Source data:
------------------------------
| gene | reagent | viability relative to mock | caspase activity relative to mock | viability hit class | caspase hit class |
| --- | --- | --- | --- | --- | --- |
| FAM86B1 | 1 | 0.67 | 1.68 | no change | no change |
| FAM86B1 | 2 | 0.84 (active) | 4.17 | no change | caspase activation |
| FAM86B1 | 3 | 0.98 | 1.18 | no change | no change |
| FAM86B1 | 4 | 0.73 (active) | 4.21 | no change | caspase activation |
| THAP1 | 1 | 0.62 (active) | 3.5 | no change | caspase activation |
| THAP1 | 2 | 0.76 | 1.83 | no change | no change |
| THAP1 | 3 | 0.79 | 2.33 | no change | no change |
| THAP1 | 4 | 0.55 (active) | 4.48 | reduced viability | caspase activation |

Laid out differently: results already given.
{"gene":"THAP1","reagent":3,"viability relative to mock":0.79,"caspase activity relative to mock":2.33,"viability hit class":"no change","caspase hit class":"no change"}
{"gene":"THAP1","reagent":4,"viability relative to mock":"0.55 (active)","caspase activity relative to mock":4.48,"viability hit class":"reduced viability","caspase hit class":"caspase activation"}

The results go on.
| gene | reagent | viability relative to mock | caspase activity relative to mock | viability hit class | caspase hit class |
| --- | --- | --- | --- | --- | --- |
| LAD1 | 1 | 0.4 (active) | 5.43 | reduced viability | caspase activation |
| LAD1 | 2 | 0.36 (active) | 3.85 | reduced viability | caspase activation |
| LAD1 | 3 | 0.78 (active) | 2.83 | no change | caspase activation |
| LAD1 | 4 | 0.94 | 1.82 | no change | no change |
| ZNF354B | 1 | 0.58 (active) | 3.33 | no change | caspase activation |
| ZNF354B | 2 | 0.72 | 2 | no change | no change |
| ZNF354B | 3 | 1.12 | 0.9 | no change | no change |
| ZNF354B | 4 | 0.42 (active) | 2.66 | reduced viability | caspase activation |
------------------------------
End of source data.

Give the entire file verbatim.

| gene | reagent | viability relative to mock | caspase activity relative to mock | viability hit class | caspase hit class |
| --- | --- | --- | --- | --- | --- |
| FAM86B1 | 1 | 0.67 | 1.68 | no change | no change |
| FAM86B1 | 2 | 0.84 (active) | 4.17 | no change | caspase activation |
| FAM86B1 | 3 | 0.98 | 1.18 | no change | no change |
| FAM86B1 | 4 | 0.73 (active) | 4.21 | no change | caspase activation |
| THAP1 | 1 | 0.62 (active) | 3.5 | no change | caspase activation |
| THAP1 | 2 | 0.76 | 1.83 | no change | no change |
| THAP1 | 3 | 0.79 | 2.33 | no change | no change |
| THAP1 | 4 | 0.55 (active) | 4.48 | reduced viability | caspase activation |

Laid out differently: results already given.
{"gene":"THAP1","reagent":3,"viability relative to mock":0.79,"caspase activity relative to mock":2.33,"viability hit class":"no change","caspase hit class":"no change"}
{"gene":"THAP1","reagent":4,"viability relative to mock":"0.55 (active)","caspase activity relative to mock":4.48,"viability hit class":"reduced viability","caspase hit class":"caspase activation"}

The results go on.
| gene | reagent | viability relative to mock | caspase activity relative to mock | viability hit class | caspase hit class |
| --- | --- | --- | --- | --- | --- |
| LAD1 | 1 | 0.4 (active) | 5.43 | reduced viability | caspase activation |
| LAD1 | 2 | 0.36 (active) | 3.85 | reduced viability | caspase activation |
| LAD1 | 3 | 0.78 (active) | 2.83 | no change | caspase activation |
| LAD1 | 4 | 0.94 | 1.82 | no change | no change |
| ZNF354B | 1 | 0.58 (active) | 3.33 | no change | caspase activation |
| ZNF354B | 2 | 0.72 | 2 | no change | no change |
| ZNF354B | 3 | 1.12 | 0.9 | no change | no change |
| ZNF354B | 4 | 0.42 (active) | 2.66 | reduced viability | caspase activation |